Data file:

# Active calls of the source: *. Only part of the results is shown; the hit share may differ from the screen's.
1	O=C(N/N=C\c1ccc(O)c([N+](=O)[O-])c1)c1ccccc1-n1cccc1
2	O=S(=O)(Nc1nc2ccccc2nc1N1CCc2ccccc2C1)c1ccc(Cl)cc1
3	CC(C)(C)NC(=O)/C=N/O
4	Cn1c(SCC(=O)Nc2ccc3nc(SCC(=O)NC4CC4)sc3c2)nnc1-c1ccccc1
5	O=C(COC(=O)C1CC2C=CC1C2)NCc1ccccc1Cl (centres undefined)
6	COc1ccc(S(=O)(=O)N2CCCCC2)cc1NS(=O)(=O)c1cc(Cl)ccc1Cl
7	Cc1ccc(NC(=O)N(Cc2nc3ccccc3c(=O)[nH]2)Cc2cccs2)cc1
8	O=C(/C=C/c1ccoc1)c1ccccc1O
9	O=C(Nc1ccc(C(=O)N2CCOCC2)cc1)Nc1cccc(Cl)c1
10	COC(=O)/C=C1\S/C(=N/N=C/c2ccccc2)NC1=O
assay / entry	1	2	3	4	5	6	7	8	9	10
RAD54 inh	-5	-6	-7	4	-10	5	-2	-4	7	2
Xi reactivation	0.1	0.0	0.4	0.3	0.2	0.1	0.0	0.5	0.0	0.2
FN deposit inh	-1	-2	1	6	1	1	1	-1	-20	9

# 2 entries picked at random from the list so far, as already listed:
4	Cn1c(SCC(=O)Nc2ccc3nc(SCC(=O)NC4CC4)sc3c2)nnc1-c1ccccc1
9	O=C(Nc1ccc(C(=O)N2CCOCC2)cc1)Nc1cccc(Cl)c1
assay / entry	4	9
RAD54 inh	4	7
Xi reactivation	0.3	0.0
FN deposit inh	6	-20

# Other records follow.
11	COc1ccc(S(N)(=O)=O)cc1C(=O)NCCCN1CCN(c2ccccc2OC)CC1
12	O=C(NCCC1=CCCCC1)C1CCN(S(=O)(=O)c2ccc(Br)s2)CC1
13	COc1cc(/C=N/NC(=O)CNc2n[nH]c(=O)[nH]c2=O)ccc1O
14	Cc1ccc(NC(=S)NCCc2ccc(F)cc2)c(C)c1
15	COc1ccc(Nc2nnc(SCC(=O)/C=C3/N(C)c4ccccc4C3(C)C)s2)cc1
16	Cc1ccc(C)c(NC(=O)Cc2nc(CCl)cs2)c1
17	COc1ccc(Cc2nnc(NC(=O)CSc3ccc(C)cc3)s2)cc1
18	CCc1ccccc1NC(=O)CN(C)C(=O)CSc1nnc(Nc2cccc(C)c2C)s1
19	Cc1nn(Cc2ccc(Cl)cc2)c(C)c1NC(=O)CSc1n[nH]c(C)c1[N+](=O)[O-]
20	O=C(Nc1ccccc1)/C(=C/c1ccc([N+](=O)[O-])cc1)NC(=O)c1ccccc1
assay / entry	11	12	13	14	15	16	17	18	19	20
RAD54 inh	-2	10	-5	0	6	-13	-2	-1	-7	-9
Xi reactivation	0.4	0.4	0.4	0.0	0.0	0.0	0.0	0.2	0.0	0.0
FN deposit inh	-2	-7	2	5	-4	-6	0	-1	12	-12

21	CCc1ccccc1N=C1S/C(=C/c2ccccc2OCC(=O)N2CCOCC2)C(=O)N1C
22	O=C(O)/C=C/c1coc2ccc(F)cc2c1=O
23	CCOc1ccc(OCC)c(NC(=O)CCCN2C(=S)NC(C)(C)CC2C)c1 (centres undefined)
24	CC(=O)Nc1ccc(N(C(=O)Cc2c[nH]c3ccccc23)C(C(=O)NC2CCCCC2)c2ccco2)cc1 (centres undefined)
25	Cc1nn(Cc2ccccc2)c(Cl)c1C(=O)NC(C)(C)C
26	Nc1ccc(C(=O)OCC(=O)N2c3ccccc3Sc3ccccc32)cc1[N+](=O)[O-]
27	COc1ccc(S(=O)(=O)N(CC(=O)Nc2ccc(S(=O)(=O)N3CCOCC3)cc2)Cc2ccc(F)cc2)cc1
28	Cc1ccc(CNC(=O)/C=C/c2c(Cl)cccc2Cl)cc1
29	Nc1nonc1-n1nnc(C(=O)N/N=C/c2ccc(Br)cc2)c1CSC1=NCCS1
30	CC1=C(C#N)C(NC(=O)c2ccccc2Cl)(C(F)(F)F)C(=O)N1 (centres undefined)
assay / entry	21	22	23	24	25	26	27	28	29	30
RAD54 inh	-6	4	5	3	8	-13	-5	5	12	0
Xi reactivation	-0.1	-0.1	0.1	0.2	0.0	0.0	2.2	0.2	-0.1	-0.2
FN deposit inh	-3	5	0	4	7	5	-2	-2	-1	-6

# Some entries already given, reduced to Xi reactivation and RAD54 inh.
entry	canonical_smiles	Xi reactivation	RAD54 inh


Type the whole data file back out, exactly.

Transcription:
# Active calls of the source: *. Only part of the results is shown; the hit share may differ from the screen's.
1	O=C(N/N=C\c1ccc(O)c([N+](=O)[O-])c1)c1ccccc1-n1cccc1
2	O=S(=O)(Nc1nc2ccccc2nc1N1CCc2ccccc2C1)c1ccc(Cl)cc1
3	CC(C)(C)NC(=O)/C=N/O
4	Cn1c(SCC(=O)Nc2ccc3nc(SCC(=O)NC4CC4)sc3c2)nnc1-c1ccccc1
5	O=C(COC(=O)C1CC2C=CC1C2)NCc1ccccc1Cl (centres undefined)
6	COc1ccc(S(=O)(=O)N2CCCCC2)cc1NS(=O)(=O)c1cc(Cl)ccc1Cl
7	Cc1ccc(NC(=O)N(Cc2nc3ccccc3c(=O)[nH]2)Cc2cccs2)cc1
8	O=C(/C=C/c1ccoc1)c1ccccc1O
9	O=C(Nc1ccc(C(=O)N2CCOCC2)cc1)Nc1cccc(Cl)c1
10	COC(=O)/C=C1\S/C(=N/N=C/c2ccccc2)NC1=O
assay / entry	1	2	3	4	5	6	7	8	9	10
RAD54 inh	-5	-6	-7	4	-10	5	-2	-4	7	2
Xi reactivation	0.1	0.0	0.4	0.3	0.2	0.1	0.0	0.5	0.0	0.2
FN deposit inh	-1	-2	1	6	1	1	1	-1	-20	9

# 2 entries picked at random from the list so far, as already listed:
4	Cn1c(SCC(=O)Nc2ccc3nc(SCC(=O)NC4CC4)sc3c2)nnc1-c1ccccc1
9	O=C(Nc1ccc(C(=O)N2CCOCC2)cc1)Nc1cccc(Cl)c1
assay / entry	4	9
RAD54 inh	4	7
Xi reactivation	0.3	0.0
FN deposit inh	6	-20

# Other records follow.
11	COc1ccc(S(N)(=O)=O)cc1C(=O)NCCCN1CCN(c2ccccc2OC)CC1
12	O=C(NCCC1=CCCCC1)C1CCN(S(=O)(=O)c2ccc(Br)s2)CC1
13	COc1cc(/C=N/NC(=O)CNc2n[nH]c(=O)[nH]c2=O)ccc1O
14	Cc1ccc(NC(=S)NCCc2ccc(F)cc2)c(C)c1
15	COc1ccc(Nc2nnc(SCC(=O)/C=C3/N(C)c4ccccc4C3(C)C)s2)cc1
16	Cc1ccc(C)c(NC(=O)Cc2nc(CCl)cs2)c1
17	COc1ccc(Cc2nnc(NC(=O)CSc3ccc(C)cc3)s2)cc1
18	CCc1ccccc1NC(=O)CN(C)C(=O)CSc1nnc(Nc2cccc(C)c2C)s1
19	Cc1nn(Cc2ccc(Cl)cc2)c(C)c1NC(=O)CSc1n[nH]c(C)c1[N+](=O)[O-]
20	O=C(Nc1ccccc1)/C(=C/c1ccc([N+](=O)[O-])cc1)NC(=O)c1ccccc1
assay / entry	11	12	13	14	15	16	17	18	19	20
RAD54 inh	-2	10	-5	0	6	-13	-2	-1	-7	-9
Xi reactivation	0.4	0.4	0.4	0.0	0.0	0.0	0.0	0.2	0.0	0.0
FN deposit inh	-2	-7	2	5	-4	-6	0	-1	12	-12

21	CCc1ccccc1N=C1S/C(=C/c2ccccc2OCC(=O)N2CCOCC2)C(=O)N1C
22	O=C(O)/C=C/c1coc2ccc(F)cc2c1=O
23	CCOc1ccc(OCC)c(NC(=O)CCCN2C(=S)NC(C)(C)CC2C)c1 (centres undefined)
24	CC(=O)Nc1ccc(N(C(=O)Cc2c[nH]c3ccccc23)C(C(=O)NC2CCCCC2)c2ccco2)cc1 (centres undefined)
25	Cc1nn(Cc2ccccc2)c(Cl)c1C(=O)NC(C)(C)C
26	Nc1ccc(C(=O)OCC(=O)N2c3ccccc3Sc3ccccc32)cc1[N+](=O)[O-]
27	COc1ccc(S(=O)(=O)N(CC(=O)Nc2ccc(S(=O)(=O)N3CCOCC3)cc2)Cc2ccc(F)cc2)cc1
28	Cc1ccc(CNC(=O)/C=C/c2c(Cl)cccc2Cl)cc1
29	Nc1nonc1-n1nnc(C(=O)N/N=C/c2ccc(Br)cc2)c1CSC1=NCCS1
30	CC1=C(C#N)C(NC(=O)c2ccccc2Cl)(C(F)(F)F)C(=O)N1 (centres undefined)
assay / entry	21	22	23	24	25	26	27	28	29	30
RAD54 inh	-6	4	5	3	8	-13	-5	5	12	0
Xi reactivation	-0.1	-0.1	0.1	0.2	0.0	0.0	2.2	0.2	-0.1	-0.2
FN deposit inh	-3	5	0	4	7	5	-2	-2	-1	-6

# Some entries already given, reduced to Xi reactivation and RAD54 inh.
entry	canonical_smiles	Xi reactivation	RAD54 inh